A bill tightening Nevada's laws protecting children from sexual predators was signed into law Thursday by Gov. Kenny Guinn.
SB397 requires that school police be notified when a person convicted of sexual crimes expects to enroll or work at a college or university.
When sex offenders register with local law enforcement, they'd have to tell that department of their intent to attend or work at a college or university. Law enforcement agency would then notify the school's police.
In testimony on the bill, Jodi Tyson, director of the Nevada Coalition Against Sexual Violence, said another provision allows volunteer groups on campus to know the background of some of their volunteers.
She said two people who volunteered at a University of Nevada, Las Vegas center that disseminates information about sexual abuse were later found to have been convicted of sex crimes.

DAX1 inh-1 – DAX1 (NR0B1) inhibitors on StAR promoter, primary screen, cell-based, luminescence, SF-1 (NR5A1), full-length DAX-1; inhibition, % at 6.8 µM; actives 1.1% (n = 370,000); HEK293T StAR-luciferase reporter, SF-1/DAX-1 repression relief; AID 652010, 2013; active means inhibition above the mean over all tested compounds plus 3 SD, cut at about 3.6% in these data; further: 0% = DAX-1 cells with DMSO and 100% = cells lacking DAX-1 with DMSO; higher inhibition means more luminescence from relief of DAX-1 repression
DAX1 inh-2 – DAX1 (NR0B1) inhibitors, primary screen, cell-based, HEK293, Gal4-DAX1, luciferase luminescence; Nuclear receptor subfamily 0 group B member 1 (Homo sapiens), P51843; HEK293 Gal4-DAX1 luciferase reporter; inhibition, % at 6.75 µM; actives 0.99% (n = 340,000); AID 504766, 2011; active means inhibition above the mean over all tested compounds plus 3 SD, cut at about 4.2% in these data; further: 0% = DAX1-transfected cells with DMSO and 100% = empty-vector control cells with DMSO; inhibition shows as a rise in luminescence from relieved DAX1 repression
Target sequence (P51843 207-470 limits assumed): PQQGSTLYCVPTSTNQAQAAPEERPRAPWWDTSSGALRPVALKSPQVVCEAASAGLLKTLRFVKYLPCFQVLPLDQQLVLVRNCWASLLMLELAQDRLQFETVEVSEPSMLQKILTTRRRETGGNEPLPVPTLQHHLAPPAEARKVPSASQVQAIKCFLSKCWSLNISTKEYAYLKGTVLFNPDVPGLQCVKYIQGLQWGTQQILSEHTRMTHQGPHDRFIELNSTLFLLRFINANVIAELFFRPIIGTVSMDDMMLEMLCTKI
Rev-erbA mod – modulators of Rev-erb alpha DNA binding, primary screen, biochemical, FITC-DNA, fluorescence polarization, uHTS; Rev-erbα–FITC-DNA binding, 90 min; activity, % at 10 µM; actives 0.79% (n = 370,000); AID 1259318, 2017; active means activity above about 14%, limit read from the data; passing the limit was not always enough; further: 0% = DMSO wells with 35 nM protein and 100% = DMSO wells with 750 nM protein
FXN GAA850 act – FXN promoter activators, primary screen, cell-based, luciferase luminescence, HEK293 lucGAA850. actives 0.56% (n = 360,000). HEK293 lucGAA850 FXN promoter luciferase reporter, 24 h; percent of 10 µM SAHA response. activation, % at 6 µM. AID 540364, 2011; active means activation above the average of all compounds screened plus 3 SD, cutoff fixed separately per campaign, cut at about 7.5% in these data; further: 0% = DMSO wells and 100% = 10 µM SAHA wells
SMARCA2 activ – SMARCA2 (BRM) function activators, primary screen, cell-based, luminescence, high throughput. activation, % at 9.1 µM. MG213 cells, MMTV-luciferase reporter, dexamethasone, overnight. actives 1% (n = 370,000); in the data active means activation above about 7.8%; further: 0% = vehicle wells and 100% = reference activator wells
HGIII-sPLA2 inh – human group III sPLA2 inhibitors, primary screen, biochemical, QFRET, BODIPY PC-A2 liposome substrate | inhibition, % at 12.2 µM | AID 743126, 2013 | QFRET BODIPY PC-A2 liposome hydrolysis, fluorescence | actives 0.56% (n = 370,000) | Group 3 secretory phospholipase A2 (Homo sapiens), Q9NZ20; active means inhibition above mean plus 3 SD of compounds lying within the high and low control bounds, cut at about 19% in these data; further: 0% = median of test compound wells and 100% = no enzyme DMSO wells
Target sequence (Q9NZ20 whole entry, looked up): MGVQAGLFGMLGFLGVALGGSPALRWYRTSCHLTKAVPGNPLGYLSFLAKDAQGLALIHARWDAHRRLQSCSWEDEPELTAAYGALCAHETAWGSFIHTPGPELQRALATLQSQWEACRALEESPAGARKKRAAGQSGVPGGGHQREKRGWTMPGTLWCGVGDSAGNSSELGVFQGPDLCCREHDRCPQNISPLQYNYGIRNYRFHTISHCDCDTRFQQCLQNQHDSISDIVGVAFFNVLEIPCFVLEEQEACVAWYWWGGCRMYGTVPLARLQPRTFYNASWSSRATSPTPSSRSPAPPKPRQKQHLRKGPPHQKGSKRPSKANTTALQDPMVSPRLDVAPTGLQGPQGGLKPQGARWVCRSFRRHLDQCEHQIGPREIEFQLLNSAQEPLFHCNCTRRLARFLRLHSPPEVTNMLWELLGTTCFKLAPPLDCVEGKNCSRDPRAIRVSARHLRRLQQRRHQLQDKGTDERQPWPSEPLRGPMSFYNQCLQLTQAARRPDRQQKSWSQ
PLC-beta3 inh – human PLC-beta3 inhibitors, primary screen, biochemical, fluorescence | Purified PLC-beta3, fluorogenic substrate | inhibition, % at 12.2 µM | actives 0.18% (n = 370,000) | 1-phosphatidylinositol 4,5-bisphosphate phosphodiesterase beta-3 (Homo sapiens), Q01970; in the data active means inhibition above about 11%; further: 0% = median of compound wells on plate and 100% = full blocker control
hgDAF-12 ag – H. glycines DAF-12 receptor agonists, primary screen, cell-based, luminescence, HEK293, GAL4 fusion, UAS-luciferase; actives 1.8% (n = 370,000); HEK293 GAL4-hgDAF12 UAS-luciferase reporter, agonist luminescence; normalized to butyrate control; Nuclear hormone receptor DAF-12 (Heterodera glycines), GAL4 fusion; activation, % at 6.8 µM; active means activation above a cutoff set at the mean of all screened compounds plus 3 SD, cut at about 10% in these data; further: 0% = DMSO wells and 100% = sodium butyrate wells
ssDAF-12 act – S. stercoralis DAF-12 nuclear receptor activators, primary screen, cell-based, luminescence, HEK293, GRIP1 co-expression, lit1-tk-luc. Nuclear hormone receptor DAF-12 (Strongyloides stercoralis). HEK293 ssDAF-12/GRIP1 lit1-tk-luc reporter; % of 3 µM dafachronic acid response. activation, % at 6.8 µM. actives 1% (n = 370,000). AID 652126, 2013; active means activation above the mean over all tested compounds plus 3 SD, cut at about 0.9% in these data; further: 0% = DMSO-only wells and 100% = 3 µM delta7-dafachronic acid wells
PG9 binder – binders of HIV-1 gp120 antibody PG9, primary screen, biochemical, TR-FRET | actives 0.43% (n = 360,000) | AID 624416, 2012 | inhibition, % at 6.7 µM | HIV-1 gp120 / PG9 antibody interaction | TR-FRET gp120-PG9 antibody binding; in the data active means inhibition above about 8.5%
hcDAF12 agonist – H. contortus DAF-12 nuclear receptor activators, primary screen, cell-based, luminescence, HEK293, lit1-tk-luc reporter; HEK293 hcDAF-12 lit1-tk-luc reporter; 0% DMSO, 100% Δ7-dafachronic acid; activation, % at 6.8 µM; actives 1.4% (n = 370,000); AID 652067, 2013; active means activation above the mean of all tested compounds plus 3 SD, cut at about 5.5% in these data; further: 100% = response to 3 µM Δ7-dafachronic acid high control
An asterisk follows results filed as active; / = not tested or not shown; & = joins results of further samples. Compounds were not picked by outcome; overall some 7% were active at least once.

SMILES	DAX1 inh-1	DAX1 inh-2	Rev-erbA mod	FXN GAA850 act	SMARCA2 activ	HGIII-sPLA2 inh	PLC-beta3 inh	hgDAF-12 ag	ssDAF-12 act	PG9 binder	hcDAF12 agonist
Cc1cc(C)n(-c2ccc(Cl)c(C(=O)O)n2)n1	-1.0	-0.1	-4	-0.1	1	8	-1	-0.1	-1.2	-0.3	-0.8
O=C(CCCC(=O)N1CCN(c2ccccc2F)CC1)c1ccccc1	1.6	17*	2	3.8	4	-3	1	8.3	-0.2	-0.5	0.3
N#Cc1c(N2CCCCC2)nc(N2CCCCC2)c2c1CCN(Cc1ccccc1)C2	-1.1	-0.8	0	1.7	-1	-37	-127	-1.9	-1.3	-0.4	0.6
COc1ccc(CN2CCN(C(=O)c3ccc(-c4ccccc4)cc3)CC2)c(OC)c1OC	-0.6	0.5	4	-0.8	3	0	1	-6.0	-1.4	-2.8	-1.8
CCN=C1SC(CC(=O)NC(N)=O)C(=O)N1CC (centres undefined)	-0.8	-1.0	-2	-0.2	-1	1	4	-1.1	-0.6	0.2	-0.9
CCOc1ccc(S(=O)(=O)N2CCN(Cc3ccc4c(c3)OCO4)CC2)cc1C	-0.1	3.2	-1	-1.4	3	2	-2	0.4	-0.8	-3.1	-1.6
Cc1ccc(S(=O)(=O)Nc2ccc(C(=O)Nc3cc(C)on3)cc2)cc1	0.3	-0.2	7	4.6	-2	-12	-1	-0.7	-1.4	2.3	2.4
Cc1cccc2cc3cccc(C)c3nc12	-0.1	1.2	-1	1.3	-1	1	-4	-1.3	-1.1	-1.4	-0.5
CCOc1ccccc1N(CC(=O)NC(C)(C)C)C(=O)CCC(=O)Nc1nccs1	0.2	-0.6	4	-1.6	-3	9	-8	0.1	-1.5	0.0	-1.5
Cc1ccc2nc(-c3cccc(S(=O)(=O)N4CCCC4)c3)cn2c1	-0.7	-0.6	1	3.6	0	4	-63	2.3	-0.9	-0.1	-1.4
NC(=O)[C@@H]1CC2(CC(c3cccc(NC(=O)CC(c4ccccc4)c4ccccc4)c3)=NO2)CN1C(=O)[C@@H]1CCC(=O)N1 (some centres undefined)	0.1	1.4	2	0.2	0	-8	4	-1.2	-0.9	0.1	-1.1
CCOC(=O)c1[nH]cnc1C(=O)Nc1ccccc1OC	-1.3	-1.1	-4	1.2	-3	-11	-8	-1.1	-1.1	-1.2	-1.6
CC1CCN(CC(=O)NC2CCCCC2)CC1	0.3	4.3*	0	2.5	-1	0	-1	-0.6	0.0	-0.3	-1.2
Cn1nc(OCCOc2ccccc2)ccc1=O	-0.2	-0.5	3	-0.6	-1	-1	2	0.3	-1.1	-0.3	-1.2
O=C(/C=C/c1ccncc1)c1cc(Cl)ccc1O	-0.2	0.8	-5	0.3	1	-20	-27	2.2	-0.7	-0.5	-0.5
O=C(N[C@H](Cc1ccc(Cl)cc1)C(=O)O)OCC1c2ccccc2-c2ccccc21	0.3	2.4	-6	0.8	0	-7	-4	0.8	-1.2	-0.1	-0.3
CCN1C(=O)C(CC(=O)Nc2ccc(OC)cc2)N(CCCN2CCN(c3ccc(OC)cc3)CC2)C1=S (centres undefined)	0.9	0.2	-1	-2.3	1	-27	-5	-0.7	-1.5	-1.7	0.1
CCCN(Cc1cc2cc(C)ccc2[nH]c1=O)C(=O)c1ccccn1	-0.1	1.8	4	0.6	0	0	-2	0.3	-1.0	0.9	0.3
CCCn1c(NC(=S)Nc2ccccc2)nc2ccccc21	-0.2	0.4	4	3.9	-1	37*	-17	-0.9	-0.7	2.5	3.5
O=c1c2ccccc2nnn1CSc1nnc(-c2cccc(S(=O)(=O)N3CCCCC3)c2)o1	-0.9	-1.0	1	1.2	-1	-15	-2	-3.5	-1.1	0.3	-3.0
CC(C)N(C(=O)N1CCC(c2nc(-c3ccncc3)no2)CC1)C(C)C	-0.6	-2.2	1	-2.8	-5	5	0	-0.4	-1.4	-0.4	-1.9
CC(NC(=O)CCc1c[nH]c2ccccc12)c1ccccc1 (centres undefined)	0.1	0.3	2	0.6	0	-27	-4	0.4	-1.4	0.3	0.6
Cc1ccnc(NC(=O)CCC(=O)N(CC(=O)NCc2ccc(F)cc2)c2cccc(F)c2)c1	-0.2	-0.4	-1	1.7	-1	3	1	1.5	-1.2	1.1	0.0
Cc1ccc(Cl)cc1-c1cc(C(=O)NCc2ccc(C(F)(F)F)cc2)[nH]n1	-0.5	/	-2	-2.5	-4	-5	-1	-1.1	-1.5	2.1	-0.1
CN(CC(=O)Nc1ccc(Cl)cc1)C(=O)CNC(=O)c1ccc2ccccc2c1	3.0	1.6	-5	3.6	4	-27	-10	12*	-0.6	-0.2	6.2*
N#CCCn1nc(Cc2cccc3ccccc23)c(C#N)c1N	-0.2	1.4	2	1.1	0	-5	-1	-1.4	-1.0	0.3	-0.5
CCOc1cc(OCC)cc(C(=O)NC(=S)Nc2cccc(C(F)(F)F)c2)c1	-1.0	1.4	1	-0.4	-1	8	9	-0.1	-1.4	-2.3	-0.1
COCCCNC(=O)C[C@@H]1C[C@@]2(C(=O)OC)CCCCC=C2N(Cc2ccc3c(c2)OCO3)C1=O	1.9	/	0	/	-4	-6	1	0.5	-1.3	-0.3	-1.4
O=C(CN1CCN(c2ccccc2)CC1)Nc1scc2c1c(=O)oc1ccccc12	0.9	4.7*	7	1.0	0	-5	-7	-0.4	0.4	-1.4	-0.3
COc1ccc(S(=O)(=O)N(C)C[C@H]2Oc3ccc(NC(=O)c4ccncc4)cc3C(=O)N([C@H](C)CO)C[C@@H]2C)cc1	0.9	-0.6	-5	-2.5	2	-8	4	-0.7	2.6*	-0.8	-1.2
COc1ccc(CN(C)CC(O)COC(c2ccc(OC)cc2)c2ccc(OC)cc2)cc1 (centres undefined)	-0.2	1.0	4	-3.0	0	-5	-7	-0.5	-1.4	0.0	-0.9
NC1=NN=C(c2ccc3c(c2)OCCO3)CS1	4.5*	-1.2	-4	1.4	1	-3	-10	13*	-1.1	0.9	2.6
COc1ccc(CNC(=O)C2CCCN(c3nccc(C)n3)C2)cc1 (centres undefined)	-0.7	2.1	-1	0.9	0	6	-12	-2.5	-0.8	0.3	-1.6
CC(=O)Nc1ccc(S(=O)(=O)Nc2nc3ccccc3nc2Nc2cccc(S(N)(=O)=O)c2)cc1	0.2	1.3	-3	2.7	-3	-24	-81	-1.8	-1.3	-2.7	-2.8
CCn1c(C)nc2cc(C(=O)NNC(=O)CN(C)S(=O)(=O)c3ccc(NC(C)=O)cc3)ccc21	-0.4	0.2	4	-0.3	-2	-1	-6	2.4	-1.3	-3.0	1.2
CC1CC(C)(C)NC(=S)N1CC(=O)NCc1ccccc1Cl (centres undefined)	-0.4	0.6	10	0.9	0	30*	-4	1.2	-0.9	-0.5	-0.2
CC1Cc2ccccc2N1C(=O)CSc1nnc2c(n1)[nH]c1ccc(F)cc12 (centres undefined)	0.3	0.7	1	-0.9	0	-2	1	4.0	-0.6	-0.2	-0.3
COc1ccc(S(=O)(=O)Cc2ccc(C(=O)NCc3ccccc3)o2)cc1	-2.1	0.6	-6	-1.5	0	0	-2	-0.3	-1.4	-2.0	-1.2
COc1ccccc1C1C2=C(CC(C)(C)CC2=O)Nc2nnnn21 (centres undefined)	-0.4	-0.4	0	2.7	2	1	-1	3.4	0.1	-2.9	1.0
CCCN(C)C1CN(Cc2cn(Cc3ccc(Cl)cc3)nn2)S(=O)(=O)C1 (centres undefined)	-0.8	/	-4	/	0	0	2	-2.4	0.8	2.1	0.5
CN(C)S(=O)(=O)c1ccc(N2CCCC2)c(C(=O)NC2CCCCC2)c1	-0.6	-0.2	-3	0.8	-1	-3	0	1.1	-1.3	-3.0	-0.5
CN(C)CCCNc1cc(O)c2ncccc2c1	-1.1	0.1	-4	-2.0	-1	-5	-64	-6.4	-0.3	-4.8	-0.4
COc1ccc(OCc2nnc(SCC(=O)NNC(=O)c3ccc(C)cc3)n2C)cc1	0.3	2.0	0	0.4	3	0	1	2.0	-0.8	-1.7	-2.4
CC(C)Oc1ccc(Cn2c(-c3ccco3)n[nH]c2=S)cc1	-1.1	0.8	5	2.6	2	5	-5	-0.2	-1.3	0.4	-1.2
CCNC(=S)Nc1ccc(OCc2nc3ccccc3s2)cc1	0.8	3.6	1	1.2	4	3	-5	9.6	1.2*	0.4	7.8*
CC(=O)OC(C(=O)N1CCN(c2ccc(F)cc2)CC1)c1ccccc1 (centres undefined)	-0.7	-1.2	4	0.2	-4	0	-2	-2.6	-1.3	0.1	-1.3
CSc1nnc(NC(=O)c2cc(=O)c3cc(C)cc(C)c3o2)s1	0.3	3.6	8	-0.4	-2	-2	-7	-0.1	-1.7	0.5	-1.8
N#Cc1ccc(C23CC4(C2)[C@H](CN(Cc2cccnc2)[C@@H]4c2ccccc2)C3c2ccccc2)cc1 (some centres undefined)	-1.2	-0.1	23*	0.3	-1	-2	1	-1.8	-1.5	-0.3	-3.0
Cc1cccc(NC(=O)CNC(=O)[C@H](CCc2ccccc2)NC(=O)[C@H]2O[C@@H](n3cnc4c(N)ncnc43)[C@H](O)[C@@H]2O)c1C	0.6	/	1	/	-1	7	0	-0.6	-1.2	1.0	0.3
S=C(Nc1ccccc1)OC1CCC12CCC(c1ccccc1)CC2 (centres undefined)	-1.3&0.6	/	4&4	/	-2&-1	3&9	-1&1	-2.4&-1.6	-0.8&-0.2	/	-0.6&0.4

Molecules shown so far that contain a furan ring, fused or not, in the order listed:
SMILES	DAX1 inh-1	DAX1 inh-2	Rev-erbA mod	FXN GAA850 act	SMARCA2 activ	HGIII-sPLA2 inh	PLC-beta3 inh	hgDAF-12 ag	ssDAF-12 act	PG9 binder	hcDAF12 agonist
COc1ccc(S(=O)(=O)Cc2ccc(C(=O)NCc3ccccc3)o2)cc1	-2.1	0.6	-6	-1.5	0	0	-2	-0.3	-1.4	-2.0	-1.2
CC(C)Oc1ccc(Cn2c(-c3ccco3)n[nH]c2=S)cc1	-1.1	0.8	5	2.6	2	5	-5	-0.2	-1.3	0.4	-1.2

Guinn also signed a bill easing the methods for establishing permanent guardians for children who can't be reunited with their natural parents and aren't likely candidates for adoption.
AB273 allows child welfare agencies, not-for-profit groups and interested individuals to petition juvenile courts directly to establish guardianship for a child. Currently, all guardianship hearings are held in separate courts.
Petitions for guardianships could only be filed after the court has ruled out adoption and decided there is no opportunity to reunite the children with their natural parents.
Proponents said making children change courts wastes time and money and is disruptive for the youth.
Nevada uses guardianships to comply with permanency requirements for abused and neglected children. The federal government has mandated that states cannot let children languish in foster care and must establish permanency plans for them.
(Copyright 2003 by The Associated Press. All Rights Reserved.)